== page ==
Egelric archly took a swig from his mug while Finn was still patting at the spill on the tablecloth. Then he turned to Ethelwyn and sucked the froth from his mustache: one more heart-​familiar gesture that had remained utterly unchanged.

“Now,” he prompted, “why don’t you tell us some good news.”

'Why don't you tell us some good news.'


Ethelwyn hastily reached over the lamp to tap his goblet against Finn’s, and finally took a fortifying sip of wine.

“Here’s a good one,” he said, much cheered. “Hetty’s been safely delivered of a baby daughter. It was the day before I left, so I never saw her. But Alred must have celebrated in his usual style, because the pilgrims we met coming from Lothere were talking more about the festivities than about the miracles. Lent notwithstanding!”

'Lent notwithstanding!'

Finn grinned. “As long as they kept one foot on the floor.”

Ethelwyn smiled back. “Let us hope they did.”

“Know what they named her?” Egelric asked.

“I didn’t hear. I know she’d wanted to name it Lili, if it was a girl.”

“Wonder if Alred let her.”

'Wonder if Alred let her.'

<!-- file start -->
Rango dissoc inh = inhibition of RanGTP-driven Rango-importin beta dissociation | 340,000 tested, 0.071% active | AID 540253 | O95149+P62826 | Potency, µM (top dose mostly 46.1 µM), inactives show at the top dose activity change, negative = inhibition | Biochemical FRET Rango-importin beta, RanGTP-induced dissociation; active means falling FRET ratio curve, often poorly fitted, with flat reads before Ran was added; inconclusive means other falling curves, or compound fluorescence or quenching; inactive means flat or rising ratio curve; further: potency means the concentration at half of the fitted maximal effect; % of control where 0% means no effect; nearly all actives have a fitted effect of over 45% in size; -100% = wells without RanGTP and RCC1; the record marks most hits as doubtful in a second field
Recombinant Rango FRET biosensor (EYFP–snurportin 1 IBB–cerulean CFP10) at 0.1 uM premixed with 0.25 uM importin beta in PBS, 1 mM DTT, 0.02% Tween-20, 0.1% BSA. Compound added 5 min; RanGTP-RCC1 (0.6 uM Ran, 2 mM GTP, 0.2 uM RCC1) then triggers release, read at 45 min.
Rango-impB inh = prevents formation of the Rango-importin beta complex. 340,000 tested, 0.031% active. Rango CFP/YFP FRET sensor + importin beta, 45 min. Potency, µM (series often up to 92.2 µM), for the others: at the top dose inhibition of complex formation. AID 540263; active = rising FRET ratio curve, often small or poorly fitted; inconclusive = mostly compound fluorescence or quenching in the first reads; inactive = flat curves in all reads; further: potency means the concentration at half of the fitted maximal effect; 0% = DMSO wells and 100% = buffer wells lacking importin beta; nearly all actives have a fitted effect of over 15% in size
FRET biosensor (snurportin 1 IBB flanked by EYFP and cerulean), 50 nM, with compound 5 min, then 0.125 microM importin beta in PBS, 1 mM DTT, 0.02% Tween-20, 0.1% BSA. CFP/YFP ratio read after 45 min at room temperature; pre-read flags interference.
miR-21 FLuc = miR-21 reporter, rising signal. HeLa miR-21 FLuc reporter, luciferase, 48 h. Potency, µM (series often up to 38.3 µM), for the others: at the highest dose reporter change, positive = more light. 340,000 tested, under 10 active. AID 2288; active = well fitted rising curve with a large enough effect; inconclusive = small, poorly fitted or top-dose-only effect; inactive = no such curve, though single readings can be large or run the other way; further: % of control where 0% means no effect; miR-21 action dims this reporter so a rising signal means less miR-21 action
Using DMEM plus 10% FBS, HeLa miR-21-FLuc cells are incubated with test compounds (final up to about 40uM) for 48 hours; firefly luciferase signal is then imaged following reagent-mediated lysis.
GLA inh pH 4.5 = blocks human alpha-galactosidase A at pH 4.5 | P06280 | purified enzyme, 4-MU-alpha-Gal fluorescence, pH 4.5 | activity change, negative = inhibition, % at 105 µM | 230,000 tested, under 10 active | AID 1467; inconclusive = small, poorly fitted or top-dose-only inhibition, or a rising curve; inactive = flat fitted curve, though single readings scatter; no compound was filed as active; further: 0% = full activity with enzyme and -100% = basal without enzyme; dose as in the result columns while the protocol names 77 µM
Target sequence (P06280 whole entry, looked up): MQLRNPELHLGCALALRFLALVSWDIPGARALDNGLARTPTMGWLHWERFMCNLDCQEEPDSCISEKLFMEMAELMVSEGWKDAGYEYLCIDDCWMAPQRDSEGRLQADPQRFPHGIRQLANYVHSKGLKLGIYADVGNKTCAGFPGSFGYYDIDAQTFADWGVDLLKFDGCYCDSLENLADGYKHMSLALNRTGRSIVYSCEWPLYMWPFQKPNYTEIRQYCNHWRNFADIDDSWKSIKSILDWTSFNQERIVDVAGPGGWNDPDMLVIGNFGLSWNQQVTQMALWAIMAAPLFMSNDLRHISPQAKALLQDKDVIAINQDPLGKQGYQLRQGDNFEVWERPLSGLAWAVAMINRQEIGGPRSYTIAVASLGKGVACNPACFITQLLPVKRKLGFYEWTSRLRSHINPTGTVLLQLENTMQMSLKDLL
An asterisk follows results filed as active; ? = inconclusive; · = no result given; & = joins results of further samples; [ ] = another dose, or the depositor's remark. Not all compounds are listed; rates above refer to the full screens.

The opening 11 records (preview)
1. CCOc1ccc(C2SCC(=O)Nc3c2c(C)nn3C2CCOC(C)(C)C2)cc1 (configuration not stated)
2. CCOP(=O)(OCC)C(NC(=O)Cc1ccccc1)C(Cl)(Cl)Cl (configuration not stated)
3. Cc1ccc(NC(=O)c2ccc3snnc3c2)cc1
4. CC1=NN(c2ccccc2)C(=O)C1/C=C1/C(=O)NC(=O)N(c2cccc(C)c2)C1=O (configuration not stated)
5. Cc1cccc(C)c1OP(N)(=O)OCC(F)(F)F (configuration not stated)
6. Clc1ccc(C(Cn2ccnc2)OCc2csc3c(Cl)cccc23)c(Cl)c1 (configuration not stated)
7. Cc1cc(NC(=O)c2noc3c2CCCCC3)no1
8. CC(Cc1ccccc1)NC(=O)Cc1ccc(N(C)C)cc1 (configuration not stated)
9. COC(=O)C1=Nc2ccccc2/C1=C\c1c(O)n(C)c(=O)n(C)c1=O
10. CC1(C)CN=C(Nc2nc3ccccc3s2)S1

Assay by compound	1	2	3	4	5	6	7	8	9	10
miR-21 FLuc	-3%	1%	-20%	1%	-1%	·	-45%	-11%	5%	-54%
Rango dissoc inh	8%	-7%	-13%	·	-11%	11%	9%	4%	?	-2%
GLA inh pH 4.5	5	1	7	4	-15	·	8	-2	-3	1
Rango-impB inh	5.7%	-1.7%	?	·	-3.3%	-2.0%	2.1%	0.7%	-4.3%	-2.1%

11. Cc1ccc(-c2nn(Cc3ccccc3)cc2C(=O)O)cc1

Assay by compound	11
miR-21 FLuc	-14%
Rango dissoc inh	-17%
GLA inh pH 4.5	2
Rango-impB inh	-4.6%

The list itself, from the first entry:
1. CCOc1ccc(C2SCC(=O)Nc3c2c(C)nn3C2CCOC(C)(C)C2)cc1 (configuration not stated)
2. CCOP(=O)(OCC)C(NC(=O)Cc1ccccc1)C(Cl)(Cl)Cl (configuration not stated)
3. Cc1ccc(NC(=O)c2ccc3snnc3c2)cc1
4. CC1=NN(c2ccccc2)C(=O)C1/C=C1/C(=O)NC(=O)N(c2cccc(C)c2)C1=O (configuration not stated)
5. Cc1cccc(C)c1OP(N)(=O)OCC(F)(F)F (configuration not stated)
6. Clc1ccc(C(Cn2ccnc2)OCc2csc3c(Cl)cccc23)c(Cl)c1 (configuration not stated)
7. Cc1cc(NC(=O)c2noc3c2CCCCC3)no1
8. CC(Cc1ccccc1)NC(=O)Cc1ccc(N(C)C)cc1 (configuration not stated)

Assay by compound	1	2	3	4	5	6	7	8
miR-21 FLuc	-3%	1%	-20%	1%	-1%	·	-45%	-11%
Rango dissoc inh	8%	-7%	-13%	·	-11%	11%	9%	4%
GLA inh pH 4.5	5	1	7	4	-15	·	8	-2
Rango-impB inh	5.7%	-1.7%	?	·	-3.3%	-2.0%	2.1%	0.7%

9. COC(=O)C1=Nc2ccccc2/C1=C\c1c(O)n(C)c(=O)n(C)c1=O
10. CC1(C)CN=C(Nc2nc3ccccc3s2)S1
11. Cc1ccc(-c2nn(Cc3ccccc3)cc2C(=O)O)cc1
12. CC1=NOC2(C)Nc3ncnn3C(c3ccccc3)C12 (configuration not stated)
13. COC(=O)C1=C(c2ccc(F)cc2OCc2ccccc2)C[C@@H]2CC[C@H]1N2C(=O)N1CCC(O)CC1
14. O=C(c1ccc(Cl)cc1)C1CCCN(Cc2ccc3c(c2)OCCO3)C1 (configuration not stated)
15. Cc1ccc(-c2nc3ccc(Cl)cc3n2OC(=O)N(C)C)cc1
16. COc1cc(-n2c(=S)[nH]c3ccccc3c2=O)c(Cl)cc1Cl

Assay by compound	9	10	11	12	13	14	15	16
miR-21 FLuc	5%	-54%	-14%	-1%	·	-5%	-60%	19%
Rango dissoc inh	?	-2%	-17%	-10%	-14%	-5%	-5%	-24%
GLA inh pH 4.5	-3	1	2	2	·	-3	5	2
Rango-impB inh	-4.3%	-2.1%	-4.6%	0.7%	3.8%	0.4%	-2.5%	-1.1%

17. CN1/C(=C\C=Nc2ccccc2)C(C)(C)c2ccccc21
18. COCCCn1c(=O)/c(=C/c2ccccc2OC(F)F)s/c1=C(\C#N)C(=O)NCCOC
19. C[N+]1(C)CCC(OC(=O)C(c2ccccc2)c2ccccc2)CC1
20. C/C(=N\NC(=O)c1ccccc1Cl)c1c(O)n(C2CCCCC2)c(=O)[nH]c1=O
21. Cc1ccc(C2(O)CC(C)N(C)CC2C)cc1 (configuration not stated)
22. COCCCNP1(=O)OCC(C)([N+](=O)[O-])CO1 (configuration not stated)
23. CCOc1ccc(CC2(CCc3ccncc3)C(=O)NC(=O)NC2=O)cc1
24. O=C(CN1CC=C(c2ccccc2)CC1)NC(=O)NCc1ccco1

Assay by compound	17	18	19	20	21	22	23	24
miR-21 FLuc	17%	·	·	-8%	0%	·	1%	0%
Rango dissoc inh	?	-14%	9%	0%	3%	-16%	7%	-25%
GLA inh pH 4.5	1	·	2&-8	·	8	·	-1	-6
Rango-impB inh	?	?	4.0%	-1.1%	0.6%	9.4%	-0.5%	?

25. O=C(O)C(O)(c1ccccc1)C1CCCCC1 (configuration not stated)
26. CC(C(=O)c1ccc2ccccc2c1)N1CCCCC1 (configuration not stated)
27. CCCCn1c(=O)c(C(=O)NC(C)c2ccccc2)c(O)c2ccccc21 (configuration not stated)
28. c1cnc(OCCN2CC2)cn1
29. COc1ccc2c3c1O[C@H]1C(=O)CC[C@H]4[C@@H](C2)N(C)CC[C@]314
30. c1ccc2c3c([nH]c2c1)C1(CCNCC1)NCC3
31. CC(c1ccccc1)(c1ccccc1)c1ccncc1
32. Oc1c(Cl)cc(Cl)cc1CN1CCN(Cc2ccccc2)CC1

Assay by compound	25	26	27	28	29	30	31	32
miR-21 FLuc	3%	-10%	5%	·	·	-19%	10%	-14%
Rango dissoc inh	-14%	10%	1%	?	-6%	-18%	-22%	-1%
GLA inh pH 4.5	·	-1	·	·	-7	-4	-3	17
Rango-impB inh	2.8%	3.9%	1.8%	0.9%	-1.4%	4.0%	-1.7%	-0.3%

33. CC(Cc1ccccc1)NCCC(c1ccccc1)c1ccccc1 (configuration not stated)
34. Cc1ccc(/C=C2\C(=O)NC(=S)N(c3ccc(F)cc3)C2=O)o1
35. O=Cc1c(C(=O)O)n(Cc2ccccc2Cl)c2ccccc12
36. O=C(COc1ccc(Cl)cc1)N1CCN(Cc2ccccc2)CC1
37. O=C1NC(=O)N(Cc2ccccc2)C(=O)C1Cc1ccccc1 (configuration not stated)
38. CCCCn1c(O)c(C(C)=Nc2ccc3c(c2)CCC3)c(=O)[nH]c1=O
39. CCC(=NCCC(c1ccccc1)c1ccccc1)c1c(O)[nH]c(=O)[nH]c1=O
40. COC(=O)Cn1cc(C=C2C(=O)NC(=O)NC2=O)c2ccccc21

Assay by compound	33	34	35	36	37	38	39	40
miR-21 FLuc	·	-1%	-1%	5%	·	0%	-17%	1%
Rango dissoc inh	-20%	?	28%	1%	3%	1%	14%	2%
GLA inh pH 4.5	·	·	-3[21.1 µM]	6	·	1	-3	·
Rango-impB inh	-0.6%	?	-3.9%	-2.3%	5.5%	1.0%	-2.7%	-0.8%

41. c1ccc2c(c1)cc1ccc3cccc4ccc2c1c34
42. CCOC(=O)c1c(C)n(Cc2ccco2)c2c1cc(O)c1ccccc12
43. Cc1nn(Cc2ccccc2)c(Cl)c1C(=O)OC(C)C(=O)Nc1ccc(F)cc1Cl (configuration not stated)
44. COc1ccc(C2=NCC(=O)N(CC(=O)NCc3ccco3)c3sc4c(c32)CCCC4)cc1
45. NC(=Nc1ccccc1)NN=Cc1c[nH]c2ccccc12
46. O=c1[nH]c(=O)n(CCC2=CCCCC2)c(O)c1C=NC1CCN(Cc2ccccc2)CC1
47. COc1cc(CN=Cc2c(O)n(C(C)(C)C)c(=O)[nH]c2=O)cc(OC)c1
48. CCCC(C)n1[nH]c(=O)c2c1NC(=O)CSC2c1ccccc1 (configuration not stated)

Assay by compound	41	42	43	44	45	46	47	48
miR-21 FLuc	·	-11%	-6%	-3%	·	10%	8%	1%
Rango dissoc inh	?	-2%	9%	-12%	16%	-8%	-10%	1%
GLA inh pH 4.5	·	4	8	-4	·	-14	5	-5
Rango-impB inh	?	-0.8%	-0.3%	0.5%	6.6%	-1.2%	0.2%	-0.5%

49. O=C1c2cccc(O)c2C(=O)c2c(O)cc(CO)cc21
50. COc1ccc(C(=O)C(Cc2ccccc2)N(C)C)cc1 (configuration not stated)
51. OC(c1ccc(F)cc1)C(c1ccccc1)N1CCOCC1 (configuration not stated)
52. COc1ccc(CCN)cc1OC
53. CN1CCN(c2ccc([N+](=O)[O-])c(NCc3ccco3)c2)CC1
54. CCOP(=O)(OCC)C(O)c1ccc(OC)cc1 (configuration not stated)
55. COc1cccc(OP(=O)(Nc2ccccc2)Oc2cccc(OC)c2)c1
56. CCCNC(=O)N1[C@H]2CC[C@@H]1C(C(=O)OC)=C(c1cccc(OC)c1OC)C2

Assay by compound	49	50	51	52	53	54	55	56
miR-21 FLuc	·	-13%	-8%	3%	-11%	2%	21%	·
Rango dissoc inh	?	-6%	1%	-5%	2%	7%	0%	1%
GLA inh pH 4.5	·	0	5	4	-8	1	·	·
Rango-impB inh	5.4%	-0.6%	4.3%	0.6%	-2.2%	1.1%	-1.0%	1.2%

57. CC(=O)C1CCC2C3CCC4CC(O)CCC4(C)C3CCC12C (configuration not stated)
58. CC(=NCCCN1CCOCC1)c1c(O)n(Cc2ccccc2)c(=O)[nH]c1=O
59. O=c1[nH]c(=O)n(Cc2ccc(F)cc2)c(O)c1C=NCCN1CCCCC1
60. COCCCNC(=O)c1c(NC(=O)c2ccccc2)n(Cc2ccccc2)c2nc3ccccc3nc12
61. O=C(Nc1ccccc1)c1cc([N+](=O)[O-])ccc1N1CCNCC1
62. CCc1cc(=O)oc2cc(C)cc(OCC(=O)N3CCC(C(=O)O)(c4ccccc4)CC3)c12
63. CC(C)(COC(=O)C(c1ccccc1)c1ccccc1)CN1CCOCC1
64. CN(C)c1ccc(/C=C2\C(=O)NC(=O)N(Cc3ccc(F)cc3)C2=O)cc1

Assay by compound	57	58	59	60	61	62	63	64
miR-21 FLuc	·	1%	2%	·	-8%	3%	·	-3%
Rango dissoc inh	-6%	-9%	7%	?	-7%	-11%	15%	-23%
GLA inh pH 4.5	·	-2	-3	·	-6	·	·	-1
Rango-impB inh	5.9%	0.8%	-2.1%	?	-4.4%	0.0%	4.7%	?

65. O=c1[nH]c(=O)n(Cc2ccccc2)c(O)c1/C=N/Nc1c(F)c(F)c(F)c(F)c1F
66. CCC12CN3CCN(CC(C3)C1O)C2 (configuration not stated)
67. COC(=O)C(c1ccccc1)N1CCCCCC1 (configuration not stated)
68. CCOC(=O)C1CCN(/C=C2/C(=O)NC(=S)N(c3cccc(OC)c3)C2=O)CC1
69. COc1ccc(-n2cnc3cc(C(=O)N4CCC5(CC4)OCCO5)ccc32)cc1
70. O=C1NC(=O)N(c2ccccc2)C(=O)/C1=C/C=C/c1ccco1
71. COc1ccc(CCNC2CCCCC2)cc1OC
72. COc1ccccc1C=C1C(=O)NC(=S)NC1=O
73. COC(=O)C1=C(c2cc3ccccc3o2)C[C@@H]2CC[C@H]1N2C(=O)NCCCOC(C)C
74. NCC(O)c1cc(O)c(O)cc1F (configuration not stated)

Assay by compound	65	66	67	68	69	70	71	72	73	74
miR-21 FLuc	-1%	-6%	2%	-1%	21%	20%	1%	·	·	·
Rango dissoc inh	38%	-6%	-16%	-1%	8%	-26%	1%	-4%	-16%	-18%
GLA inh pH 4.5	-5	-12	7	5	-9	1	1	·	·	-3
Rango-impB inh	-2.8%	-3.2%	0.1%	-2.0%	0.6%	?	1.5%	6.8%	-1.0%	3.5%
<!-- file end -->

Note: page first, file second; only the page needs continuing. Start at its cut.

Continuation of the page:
Ethelwyn frowned and lifted his nose. “I should like to say, How could he refuse her anything in that situation? But I’m afraid I can’t. Egelric, I need to speak to you about Hetty.”

Egelric sat down his mug and leaned back, as if the ale had suddenly made him ill.

“It is a great presumption, I know. But I’m afraid Hetty has few allies. I must tell you, they have made a sort of gilded prison for her there. She is not ill-​treated, insofar as I can tell. But her wishes are disregarded. She—”


“She is allowed to do whatever His Grace and that Saracen doctor decide she may do, and no more.”

'She is allowed to do whatever His Grace and that Saracen doctor decide she may do.'

Egelric crossed a hand over his chest and rubbed his opposite arm. His loose shirt drew taut and strained open at the collar, revealing his neck and his thin shoulder. Ethelwyn was reminded of nothing so much as a starved horse, all ribs and jutting hip bones. He forgot what he’d been about to say.

“What does that doctor have to say about anything?” Egelric muttered.

'What does that doctor have to say about anything?'

Ethelwyn sniffed. “That I could not tell you. I would certainly never allow even a Christian man to examine my wife in the states of undress to which I hear he requires she be reduced. However, I am not a Duke, so I do not presume to judge.”

Egelric shook his head and ran his fingers through his graying hair. It was so short it stood up in the wake of his hand, like a cat’s fur brushed the wrong way.

“Is she ill or what?”